Friday, 11 May 2012
NDP Edges Ahead of CPC Amid Oilsands Bashing - Poll
The Conservative Party has lost some political capital with its botched figures on F35 fighter jet procurement, the omnibus budget bill, which includes significant change to environmental laws and regulations and the recent privacy bill. The apparent lack of respect, demonstrated by some members of the Conservative party, of taxpayers money has been perfect fodder for the opposition.
Add to this the unreported real cost of the war in Libya and the NDP is in perfect position to cash in on the fears and doubts of Canadians.
There is also considerable opposition by environmental groups to oilsands development and Thomas Mulcair, Leader of the Official Opposition jumped right in to condemn the success of resource development.
Although Mulcair said in March that he would never be heard speaking against oilsands development, he has jumped fully into condemning Harper's resource based policies on the economy as the "Dutch disease," referencing the Netherlands find of natural gas, which caused a decline in that countries economy.
Mulcair, speaking on a CBC radio program last weekend said that the oilsands are artificially inflated the Canadian dollar and hollowing out the country’s manufacturing sector, a similar comment made by Ontario Premier Dalton McGuinty earlier this year.
Nothing could be further from the truth. One only needs to look south of the border, where the manufacturing industry has declined in Ohio, Michigan and Pennsylvania, despite a lower valued U.S. dollar. A lot of it has to do with the business environment, burdening regulation and lower labour cost in Asian countries.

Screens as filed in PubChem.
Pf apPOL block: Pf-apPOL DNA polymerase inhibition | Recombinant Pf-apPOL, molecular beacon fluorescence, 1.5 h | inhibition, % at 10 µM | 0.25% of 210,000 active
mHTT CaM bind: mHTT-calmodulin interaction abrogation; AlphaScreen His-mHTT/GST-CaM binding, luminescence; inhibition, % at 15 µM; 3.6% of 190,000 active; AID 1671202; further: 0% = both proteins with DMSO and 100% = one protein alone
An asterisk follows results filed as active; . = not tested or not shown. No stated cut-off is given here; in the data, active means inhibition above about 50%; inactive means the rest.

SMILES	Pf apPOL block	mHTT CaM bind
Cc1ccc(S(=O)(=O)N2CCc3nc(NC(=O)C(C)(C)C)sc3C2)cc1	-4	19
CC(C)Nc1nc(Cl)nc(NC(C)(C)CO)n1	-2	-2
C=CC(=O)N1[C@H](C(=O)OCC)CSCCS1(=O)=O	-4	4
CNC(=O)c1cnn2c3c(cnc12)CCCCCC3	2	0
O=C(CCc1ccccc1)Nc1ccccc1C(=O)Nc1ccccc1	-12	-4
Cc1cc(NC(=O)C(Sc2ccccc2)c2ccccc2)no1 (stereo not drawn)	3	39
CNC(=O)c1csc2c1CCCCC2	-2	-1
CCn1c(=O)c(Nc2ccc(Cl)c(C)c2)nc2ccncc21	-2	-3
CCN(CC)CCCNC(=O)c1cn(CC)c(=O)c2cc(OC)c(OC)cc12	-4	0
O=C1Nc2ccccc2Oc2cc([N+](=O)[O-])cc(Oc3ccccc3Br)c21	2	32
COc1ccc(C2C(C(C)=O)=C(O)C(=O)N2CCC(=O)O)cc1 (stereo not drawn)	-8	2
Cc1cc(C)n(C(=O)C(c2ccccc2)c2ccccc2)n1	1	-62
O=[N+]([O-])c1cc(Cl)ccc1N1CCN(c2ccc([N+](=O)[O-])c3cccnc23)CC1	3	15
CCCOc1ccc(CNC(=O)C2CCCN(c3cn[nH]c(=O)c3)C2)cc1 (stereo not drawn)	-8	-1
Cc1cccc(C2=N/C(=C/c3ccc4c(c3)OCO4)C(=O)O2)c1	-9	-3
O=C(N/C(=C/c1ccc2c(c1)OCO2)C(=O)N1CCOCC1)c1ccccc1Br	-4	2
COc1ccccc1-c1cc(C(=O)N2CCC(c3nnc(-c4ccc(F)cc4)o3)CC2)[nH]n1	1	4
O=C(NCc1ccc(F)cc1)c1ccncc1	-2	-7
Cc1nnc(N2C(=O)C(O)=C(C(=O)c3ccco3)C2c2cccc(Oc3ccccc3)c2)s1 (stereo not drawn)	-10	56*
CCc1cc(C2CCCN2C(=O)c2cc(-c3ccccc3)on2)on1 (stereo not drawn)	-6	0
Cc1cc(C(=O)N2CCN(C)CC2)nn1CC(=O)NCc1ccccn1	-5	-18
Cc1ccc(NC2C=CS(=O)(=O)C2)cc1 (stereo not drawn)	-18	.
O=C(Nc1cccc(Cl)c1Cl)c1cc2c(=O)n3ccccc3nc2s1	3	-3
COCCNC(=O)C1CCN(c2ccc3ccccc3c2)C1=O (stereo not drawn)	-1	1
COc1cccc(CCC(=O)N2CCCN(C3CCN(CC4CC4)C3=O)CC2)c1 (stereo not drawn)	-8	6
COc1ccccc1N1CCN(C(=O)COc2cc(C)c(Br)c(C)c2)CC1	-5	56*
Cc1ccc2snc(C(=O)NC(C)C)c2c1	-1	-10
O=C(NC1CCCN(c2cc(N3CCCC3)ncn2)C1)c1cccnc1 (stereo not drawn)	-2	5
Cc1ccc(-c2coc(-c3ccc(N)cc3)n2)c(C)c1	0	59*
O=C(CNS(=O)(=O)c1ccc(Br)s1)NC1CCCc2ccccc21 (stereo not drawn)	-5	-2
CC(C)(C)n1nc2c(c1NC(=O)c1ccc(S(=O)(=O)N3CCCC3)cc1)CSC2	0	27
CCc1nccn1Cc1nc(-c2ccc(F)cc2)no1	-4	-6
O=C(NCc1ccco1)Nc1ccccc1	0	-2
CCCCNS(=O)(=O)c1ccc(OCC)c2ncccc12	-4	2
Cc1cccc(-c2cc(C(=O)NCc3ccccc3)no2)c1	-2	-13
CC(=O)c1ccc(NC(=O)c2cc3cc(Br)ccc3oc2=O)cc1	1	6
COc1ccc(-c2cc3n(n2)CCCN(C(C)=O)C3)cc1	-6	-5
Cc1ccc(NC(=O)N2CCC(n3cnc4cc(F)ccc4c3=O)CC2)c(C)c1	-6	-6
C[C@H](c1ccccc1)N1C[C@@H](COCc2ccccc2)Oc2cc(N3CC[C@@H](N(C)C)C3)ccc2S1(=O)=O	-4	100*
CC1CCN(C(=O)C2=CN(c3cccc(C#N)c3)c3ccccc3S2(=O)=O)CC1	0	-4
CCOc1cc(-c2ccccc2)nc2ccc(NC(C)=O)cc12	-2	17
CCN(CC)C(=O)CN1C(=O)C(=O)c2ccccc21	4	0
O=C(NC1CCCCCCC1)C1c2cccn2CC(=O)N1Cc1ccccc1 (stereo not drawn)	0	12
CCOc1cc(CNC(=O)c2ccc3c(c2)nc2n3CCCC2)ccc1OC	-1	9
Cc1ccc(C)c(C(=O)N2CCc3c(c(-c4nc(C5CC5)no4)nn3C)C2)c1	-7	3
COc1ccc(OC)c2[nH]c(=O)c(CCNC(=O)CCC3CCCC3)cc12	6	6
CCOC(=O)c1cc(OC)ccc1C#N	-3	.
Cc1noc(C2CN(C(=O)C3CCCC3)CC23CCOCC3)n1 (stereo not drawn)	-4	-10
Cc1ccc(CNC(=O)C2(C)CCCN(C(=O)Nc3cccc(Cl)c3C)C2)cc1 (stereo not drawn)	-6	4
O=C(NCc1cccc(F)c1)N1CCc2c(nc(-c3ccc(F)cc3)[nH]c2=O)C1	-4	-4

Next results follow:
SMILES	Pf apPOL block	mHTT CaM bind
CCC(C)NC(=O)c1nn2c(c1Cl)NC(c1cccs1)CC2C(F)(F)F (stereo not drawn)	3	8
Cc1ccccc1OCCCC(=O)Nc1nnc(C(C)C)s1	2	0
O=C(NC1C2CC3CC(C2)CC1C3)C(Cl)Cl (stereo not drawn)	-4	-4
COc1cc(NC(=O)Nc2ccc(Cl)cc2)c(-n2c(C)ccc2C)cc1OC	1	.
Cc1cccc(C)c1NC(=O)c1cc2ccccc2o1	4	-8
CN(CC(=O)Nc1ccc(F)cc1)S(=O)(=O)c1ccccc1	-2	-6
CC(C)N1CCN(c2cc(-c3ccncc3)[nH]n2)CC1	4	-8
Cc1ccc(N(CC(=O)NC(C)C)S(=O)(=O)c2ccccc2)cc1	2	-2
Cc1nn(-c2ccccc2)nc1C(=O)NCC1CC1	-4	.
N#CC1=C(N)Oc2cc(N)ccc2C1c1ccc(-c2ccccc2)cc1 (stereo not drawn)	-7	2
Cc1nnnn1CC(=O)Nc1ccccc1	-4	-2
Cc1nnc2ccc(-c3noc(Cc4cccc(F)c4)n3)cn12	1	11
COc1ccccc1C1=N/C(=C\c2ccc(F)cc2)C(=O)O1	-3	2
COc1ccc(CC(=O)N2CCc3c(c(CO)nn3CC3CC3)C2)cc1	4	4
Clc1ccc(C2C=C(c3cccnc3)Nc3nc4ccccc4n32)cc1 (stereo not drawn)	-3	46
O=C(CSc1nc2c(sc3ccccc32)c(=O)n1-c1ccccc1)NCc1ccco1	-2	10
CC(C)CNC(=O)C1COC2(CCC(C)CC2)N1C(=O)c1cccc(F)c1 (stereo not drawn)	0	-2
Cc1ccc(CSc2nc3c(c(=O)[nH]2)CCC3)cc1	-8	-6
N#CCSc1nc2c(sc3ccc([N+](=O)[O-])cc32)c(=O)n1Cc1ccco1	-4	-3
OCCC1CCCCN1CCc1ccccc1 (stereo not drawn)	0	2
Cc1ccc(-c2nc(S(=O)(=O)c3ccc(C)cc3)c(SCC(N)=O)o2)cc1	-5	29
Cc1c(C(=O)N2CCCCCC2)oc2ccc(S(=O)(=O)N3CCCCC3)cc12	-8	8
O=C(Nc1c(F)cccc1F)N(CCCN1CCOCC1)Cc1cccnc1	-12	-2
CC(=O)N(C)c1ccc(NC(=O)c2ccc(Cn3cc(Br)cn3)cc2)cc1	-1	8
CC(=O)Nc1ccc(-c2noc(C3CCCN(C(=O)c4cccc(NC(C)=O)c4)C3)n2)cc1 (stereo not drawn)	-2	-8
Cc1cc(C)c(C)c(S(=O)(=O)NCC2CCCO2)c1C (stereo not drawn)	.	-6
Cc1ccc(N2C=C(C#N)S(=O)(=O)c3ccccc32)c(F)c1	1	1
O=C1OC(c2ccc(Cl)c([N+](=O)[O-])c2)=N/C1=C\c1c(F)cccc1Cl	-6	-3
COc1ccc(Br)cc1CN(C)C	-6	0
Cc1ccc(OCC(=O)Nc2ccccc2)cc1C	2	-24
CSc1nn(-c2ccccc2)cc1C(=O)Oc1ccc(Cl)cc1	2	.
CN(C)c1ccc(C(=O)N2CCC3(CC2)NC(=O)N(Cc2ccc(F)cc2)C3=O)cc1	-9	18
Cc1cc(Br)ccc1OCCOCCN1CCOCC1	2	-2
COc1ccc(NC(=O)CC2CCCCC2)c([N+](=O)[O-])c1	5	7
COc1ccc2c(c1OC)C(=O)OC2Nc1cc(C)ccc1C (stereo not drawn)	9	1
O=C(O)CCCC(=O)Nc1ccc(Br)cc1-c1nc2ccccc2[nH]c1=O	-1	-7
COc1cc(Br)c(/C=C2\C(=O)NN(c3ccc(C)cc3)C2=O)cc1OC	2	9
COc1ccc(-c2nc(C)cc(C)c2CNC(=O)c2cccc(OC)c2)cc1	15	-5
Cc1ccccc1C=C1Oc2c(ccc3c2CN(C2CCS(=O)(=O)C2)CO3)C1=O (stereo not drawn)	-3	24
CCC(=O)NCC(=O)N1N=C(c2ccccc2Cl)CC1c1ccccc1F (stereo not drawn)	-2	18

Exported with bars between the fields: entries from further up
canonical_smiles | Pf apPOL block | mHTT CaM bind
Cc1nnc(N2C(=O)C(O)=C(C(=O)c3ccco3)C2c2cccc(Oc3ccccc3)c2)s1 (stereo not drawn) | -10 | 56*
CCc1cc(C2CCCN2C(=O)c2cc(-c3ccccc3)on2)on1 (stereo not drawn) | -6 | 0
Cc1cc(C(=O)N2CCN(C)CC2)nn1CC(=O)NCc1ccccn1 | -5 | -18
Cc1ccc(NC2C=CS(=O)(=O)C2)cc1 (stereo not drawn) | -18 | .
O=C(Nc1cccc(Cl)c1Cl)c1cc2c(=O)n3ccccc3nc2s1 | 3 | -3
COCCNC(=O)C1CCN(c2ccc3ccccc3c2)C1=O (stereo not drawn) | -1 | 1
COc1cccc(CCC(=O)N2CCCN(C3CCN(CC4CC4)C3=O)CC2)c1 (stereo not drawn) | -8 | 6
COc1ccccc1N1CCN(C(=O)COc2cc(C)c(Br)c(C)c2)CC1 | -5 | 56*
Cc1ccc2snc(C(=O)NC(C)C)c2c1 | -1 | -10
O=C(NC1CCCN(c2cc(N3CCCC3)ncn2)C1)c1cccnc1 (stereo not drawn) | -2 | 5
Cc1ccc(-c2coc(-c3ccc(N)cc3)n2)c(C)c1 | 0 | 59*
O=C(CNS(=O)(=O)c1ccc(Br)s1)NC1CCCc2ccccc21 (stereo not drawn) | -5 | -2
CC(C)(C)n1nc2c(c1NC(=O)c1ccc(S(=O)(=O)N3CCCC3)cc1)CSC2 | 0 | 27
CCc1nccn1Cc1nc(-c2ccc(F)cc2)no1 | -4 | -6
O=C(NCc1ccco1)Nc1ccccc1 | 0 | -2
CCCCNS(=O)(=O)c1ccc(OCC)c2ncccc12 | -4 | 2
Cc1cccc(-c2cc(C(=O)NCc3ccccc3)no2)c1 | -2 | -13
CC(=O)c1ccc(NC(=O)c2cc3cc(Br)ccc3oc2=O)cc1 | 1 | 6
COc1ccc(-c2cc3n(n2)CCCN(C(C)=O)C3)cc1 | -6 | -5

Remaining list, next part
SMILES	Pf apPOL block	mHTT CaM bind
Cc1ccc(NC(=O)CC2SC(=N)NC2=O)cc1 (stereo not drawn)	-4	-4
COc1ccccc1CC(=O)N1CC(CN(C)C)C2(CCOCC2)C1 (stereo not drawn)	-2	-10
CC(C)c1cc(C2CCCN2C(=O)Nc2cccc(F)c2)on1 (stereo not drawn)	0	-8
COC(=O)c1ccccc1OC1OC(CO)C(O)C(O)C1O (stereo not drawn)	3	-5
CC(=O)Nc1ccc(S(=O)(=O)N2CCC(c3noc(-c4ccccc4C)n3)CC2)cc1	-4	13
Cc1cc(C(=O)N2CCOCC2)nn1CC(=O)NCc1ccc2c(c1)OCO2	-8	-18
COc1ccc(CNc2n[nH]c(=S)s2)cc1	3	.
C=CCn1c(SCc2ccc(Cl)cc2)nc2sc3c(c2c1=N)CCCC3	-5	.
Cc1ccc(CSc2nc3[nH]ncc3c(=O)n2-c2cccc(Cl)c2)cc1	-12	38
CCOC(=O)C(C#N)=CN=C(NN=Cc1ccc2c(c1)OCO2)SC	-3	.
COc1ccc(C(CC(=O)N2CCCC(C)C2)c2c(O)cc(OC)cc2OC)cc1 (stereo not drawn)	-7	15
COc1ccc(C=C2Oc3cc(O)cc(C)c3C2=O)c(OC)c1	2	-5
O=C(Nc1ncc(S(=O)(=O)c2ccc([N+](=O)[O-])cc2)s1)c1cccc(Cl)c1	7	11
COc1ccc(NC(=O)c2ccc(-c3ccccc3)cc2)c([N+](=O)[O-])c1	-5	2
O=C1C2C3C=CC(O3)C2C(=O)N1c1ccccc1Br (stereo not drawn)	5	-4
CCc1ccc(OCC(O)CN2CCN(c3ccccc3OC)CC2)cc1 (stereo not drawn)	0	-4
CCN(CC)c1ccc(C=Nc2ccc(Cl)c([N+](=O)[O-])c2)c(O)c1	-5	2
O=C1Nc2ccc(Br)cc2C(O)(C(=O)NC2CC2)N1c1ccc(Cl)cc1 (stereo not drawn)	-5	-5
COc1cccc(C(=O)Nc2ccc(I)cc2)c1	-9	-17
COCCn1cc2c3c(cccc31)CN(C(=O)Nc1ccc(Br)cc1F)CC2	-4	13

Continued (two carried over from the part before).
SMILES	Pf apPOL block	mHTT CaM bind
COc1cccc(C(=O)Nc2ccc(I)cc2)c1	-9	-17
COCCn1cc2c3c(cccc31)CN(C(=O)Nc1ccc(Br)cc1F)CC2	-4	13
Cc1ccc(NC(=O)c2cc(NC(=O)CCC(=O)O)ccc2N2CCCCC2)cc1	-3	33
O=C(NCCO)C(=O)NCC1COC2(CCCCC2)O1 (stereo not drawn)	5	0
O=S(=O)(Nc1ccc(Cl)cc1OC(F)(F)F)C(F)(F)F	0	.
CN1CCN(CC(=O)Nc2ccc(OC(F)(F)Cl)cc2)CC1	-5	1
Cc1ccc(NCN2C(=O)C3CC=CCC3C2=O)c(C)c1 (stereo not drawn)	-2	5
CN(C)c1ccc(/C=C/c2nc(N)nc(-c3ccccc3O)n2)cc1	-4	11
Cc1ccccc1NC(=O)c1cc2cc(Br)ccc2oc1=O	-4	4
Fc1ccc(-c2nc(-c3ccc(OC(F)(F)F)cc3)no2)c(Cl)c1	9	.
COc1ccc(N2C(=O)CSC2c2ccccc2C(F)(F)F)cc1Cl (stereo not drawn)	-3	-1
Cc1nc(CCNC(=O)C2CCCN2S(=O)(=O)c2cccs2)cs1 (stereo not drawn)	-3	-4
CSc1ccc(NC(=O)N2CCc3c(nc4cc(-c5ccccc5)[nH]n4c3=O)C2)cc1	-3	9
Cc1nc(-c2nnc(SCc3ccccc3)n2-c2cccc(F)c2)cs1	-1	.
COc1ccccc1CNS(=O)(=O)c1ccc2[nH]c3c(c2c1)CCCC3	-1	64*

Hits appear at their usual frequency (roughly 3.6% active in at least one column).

Regardless of how one views the oilsands development the remarks were inappropriate from a leader of a party that aspires to gouvern Canada. Mulcair, a former liberal member of the Quebec National Assembly should be well aware of federal transfer payments that assure Quebec can afford $7 a day daycare and the lowest tuition fees in the country. With the ongoing student strikes in Quebec, the Charest government has given in to the students, with the solution being to ask for more transfer payments, funded by revenues from the oilsands.
Mulcair's remarks drew angry remarks from Saskatchewan Premier Brad Wall. Wall called the comments divisive for one that aspires to lead the country and said if Mulcair thinks the oilsands are a disease, he wants to know what the NDP thinks the cure is. Saskatchewan has one of the lowest unemployment rates in the country with the help of resource development of potash, uranium and oil.
Newly elected Alberta Premier Alison Redford also reacted stating that she is not sure if Mulcair's comments were well informed or just his opinion. She continued that she hopes he explains his motivation because she says someone looking to lead the country one day needs to understand just how important the oilsands are to the entire country.
Mulcair's remarks will fare well in southern Ontario, Quebec and probably in British Columbia. So one has to ask if this is a calculated move that Mulcair made in order to get the edge on the Conservative government.
Mulcair, however, would do well to come out with a vision for the Canadian economy, rather than pitting one part of the country against the other. It is no secret that the oilsands have played a big part in the recovery from the 2008 recession. Maybe the NDP leader should rethink his position, after all his party only holds one seat in the prairies. This is not the way to make friends or influence people.